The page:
|| * Sets the index where events from this input will be stored.
|| * Sets the sourcetype key/field for events from this input.
||Splunk Enterprise picks a source type based on various aspects of the data. There is no hard-coded default.|
|| * Sets the source key/field for events from this input.
||The input file path|
If you want the script to run continuously, write the script to never exit and set it on a short interval. This helps to ensure that if there is a problem the script gets restarted. Splunk Enterprise keeps track of scripts it has spawned and will shut them down upon exit.
Using a wrapper script
It is good practice to write a wrapper script for scripted inputs that use commands with arguments. In some cases, the command can contain special characters that Splunk Enterprise escapes when validating text entered in Splunk Web. This causes updates to a previously configured input to fail to save.
- Note: Characters that Splunk Enterprise escapes when validating text are those that should not be in paths, such as equals (
=) and semi-colon (
For example, the following scripted input is not correctly saved when edited in Splunk Web because Splunk Enterprise escapes the equals (=) sign in the parameter to the
[script://$SPLUNK_HOME/etc/apps/myApp/bin/myUtil.py file=my_datacsv] disabled = false
To avoid this problem, write a wrapper script that contains the scripted input. (Inputs updated by editing the conf file directly are not subject to this input validation.) For information on writing wrapper scripts, see "Scripted inputs overview" in the Developing Views and Apps for Splunk Web manual.
Example using inputs.conf
This example shows the use of the UNIX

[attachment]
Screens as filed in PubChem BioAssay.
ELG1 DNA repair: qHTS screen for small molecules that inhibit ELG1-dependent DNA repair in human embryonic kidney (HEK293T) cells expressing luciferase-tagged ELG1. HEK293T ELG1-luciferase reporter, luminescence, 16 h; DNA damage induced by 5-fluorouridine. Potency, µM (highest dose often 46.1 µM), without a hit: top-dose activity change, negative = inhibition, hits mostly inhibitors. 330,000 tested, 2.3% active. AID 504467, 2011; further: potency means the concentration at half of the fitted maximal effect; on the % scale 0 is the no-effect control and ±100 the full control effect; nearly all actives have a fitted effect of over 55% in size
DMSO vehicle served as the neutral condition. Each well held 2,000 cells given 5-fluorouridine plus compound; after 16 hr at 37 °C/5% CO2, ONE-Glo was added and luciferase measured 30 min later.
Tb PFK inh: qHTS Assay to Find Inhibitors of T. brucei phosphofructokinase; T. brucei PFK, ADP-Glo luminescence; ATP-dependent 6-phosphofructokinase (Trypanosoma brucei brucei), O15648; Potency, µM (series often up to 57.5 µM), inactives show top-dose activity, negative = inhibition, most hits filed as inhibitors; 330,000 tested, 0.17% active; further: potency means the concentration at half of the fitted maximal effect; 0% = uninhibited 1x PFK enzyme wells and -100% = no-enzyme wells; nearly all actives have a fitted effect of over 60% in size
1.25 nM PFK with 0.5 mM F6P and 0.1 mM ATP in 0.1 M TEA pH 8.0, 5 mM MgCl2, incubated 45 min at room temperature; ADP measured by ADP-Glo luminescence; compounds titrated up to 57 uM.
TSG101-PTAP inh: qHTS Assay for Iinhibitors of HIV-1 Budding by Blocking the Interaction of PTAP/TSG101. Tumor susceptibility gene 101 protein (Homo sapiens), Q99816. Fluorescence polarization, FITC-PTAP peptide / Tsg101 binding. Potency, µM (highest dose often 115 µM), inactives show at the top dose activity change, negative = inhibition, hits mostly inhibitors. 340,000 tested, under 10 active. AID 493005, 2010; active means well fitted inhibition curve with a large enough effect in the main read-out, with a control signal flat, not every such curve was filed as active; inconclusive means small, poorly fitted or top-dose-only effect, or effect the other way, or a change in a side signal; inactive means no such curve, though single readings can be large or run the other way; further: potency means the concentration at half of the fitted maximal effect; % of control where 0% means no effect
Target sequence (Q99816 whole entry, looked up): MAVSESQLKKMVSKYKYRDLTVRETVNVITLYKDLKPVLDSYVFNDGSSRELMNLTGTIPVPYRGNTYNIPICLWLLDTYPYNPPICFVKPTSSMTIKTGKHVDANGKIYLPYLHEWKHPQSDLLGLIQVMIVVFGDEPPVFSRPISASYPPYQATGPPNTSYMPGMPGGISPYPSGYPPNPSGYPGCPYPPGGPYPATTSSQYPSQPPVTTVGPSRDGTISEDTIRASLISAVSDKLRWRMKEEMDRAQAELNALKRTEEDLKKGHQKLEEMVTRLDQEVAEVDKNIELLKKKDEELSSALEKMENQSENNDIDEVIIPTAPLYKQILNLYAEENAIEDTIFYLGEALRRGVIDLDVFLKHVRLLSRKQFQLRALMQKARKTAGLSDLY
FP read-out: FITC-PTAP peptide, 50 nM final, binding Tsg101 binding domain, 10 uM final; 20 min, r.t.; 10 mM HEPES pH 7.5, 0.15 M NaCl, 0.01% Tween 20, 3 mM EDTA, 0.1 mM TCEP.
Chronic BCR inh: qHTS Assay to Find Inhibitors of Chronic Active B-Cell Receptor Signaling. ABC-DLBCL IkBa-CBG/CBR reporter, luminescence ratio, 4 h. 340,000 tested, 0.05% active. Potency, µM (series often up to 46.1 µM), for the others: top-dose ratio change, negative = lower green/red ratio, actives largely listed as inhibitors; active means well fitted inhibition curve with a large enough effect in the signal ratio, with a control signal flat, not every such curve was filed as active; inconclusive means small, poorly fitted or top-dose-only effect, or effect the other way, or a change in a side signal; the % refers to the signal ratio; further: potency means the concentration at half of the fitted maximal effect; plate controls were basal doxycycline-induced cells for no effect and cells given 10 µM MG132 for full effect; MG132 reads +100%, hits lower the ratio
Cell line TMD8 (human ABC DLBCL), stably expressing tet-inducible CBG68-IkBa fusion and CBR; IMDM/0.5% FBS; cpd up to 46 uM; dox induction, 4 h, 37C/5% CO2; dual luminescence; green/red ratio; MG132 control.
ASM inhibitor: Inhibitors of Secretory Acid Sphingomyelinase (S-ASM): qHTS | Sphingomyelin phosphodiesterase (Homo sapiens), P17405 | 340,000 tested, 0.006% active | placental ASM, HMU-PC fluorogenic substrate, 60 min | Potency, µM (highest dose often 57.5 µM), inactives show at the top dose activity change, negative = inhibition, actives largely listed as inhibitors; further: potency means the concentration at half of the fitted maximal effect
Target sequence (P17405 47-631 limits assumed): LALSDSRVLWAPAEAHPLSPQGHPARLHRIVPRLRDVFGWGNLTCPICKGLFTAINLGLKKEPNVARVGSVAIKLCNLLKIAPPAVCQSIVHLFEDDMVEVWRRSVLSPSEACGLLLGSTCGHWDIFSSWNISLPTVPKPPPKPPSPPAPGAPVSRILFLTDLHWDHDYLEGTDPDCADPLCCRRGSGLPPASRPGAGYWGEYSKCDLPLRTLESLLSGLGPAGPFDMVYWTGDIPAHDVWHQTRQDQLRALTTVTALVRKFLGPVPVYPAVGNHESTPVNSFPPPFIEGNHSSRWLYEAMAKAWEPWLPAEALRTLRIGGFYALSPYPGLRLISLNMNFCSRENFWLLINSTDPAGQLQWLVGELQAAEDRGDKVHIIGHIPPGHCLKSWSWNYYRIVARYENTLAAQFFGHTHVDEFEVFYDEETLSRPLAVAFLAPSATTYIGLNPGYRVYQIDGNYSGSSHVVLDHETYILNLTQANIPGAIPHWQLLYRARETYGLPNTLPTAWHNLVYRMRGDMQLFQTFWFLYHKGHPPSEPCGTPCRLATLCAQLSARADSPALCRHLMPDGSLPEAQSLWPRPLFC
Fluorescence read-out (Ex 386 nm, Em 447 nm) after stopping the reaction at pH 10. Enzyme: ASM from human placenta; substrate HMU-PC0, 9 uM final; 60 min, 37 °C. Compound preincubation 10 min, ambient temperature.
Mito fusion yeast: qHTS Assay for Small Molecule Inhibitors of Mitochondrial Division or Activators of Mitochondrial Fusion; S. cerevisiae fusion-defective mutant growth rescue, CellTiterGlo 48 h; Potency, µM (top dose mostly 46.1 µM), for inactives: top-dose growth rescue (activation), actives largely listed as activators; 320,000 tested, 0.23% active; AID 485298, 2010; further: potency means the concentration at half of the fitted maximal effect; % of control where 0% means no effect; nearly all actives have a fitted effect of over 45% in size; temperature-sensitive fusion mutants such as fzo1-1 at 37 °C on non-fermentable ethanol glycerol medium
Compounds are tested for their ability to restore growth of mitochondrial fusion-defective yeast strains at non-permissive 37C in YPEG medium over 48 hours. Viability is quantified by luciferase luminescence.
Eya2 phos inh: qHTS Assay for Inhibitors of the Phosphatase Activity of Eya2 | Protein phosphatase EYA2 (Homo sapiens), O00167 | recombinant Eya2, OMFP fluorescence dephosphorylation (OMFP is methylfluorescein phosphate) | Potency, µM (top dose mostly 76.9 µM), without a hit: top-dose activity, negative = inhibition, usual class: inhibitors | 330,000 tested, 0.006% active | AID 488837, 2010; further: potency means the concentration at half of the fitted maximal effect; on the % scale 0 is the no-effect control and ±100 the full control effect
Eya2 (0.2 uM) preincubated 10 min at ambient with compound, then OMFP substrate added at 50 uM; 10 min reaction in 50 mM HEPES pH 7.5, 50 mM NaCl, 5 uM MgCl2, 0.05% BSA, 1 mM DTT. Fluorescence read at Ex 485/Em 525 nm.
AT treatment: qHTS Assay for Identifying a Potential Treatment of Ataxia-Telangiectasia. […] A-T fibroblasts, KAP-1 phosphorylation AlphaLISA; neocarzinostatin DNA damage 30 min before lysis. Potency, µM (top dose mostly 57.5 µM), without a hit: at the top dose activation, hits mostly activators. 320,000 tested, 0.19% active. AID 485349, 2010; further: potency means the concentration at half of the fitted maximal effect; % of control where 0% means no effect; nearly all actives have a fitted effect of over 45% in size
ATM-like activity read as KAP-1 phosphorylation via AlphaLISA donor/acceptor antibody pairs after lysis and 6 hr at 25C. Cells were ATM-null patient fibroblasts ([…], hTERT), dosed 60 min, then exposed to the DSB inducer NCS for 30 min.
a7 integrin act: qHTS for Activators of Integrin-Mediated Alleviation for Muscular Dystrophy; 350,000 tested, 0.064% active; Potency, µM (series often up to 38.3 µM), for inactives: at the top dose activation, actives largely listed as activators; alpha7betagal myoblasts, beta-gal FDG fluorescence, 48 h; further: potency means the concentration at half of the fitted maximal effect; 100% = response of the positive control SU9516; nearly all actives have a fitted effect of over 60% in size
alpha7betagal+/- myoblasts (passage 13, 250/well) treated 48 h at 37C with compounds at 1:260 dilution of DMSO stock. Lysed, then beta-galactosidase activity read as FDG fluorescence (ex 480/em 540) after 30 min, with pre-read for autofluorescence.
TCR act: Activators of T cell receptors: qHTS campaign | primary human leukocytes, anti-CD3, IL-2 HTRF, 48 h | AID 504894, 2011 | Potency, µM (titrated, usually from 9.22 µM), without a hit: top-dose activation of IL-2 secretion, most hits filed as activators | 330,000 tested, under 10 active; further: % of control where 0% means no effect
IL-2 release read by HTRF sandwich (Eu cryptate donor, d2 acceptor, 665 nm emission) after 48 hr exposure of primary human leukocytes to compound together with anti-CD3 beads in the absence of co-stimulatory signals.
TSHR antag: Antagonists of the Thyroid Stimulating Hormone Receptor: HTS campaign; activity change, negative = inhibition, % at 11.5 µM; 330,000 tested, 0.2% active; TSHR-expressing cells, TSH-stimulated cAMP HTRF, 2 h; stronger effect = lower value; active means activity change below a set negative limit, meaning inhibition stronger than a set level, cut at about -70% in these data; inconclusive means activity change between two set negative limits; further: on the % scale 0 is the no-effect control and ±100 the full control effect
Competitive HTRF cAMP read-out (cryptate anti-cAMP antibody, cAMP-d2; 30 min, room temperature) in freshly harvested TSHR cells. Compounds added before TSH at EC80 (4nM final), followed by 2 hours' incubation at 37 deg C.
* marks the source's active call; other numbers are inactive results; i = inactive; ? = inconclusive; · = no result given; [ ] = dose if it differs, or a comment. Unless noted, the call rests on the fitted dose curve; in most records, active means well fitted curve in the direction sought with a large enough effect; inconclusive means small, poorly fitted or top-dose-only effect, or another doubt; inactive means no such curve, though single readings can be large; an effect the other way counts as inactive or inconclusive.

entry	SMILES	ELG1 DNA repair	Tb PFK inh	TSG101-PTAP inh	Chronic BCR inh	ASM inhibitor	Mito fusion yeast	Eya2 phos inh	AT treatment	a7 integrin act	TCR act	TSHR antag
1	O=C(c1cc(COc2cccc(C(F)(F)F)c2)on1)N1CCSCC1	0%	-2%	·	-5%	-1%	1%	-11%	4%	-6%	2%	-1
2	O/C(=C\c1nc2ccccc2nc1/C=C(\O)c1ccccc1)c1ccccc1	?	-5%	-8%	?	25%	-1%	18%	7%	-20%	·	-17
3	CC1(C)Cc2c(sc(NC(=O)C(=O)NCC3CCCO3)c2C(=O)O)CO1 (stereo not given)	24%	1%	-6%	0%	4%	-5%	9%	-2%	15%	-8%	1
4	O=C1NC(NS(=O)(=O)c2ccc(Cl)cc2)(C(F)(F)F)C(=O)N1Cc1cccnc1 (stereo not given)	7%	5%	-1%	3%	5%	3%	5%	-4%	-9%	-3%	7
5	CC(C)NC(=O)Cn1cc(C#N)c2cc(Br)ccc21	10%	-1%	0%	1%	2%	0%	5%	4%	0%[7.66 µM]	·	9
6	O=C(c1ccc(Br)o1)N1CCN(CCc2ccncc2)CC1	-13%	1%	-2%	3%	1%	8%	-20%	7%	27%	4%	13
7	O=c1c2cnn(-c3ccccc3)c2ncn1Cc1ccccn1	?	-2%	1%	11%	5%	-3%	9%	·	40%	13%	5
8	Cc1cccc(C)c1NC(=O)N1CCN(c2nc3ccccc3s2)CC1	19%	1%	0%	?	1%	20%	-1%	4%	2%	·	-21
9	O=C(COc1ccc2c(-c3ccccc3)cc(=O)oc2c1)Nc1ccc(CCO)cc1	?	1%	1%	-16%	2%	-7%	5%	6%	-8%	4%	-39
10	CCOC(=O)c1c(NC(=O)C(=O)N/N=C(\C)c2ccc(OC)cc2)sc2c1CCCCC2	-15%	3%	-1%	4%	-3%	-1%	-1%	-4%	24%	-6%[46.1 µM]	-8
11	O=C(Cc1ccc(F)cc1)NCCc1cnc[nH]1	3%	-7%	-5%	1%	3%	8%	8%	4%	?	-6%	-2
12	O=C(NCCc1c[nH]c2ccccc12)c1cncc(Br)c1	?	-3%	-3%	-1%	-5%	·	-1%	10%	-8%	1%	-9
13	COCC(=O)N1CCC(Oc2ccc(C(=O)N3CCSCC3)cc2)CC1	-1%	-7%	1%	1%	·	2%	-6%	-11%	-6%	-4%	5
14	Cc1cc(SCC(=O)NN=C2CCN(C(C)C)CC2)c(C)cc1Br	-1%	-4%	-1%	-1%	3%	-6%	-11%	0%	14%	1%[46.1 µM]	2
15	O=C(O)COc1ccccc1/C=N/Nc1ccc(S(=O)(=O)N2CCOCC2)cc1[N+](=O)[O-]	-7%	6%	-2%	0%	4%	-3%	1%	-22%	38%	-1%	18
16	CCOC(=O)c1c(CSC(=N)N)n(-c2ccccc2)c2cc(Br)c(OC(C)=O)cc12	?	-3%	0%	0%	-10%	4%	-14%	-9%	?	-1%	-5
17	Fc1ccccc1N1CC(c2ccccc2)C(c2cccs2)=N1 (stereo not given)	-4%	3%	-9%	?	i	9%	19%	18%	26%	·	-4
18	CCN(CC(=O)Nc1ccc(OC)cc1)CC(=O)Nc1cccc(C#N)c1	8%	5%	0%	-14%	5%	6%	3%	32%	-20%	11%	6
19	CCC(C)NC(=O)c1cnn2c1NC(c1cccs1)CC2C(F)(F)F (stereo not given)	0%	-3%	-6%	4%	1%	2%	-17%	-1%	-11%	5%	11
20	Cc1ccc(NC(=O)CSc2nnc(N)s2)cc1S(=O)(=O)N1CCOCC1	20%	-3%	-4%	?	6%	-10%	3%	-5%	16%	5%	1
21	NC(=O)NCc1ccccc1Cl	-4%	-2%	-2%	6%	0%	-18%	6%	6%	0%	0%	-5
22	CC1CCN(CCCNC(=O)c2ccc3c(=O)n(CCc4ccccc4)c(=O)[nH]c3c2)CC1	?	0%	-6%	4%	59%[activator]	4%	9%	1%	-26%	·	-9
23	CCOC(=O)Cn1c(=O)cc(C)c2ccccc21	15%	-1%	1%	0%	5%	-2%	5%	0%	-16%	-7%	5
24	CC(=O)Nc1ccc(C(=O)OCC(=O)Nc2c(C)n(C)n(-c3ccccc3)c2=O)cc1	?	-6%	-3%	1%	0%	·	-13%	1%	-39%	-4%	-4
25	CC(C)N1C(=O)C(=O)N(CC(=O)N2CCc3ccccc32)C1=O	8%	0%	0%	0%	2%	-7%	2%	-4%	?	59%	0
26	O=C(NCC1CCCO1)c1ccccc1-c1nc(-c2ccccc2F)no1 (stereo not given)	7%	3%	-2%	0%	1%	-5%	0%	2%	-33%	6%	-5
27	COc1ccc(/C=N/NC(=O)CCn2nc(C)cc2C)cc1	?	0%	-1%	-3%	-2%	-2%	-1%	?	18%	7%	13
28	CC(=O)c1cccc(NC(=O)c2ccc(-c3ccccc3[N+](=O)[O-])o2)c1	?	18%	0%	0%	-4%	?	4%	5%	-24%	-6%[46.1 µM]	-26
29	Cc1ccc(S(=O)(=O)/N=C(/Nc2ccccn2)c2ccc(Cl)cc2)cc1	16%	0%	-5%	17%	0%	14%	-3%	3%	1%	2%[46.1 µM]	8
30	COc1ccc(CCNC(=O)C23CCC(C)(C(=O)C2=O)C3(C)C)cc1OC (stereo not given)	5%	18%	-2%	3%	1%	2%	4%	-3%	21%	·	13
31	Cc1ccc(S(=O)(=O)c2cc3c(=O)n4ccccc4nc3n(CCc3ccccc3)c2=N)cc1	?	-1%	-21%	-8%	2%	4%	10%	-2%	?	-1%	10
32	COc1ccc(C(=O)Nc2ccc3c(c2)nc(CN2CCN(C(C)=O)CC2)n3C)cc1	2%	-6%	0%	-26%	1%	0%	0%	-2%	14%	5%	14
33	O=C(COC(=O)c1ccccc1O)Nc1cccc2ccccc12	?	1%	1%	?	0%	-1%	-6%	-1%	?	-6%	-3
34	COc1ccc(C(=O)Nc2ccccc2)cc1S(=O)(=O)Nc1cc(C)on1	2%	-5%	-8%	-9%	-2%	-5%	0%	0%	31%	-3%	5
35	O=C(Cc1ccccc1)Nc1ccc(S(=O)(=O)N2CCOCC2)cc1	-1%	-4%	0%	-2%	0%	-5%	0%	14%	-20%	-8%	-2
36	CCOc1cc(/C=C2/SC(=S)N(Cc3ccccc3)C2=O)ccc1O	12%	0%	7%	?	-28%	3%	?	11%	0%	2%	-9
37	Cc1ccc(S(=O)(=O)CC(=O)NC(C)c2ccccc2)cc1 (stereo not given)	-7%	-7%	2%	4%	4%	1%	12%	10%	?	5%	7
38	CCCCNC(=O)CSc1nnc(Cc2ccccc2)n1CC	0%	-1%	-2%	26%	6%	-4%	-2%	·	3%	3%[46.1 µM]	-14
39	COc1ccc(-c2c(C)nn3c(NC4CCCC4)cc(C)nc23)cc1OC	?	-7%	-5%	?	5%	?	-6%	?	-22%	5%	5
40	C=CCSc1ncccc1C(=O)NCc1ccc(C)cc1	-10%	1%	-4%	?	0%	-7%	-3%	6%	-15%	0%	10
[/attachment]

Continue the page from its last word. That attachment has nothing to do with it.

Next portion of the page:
top command as a data input source:
1. Create a new application directory. This example uses
$ mkdir $SPLUNK_HOME/etc/apps/scripts
2. All scripts should be run out of a
bin/ directory inside your application directory:
$ mkdir $SPLUNK_HOME/etc/apps/scripts/bin
3. This example uses a small shell script
$ #!/bin/sh top -bn 1 # linux only - different OSes have different parameters
4. Make sure the script is executable:
chmod +x $SPLUNK_HOME/etc/apps/scripts/bin/top.sh
5. Test that the script works by running it via the shell:
The script should send one
6. Add the script entry to
[script:///opt/splunk/etc/apps/scripts/bin/top.sh] interval = 5 # run every 5 seconds sourcetype = top # set sourcetype to top source = script://./bin/top.sh # set source to name of script
Note: You might need to modify props.conf:
- By default Splunk Enterprise breaks the single
topentry into multiple events.
- The easiest way to fix this problem is to tell the server to break only before something that does not exist in the output.
For example, adding the following to
$SPLUNK_HOME/etc/apps/scripts/default/props.conf forces all lines into a single event:
[top] BREAK_ONLY_BEFORE = <stuff>
Since there is no timestamp in the top output we need to tell Splunk Enterprise to use the current time. This is done in
props.conf by setting:
DATETIME_CONFIG = CURRENT
Set interval attribute to cron schedule
In the above example, you can also set the
interval attribute to a "cron" schedule by specifying strings like the following:
0 * * * *: Means run once an hour, at the top of the hour.
*/15 9-17 * * 1-5: Means run every 15 minutes from 9 am until 5 pm, on Monday to Friday.
15,35,55 0-6,20-23 1 */2 *: Means run at 15, 35, and 55 minutes after the hour, between midnight and 7 am and again between 8pm and midnight, on the first of every even month (February, April, June and so on).
For more information about setting cron schedules, read "CRONTAB(5) on the Crontab website.
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This documentation applies to the following versions of Splunk® Enterprise: 6.0, 6.0.1, 6.0.2, 6.0.3, 6.0.4, 6.0.5, 6.0.6, 6.0.7, 6.0.8, 6.0.9, 6.0.10, 6.0.11, 6.0.12, 6.0.13, 6.0.14, 6.0.15, 6.1, 6.1.1, 6.1.2, 6.1.3, 6.1.4, 6.1.5, 6.1.6, 6.1.7, 6.1.8, 6.1.9, 6.1.10, 6.1.11, 6.1.12, 6.1.13, 6.1.14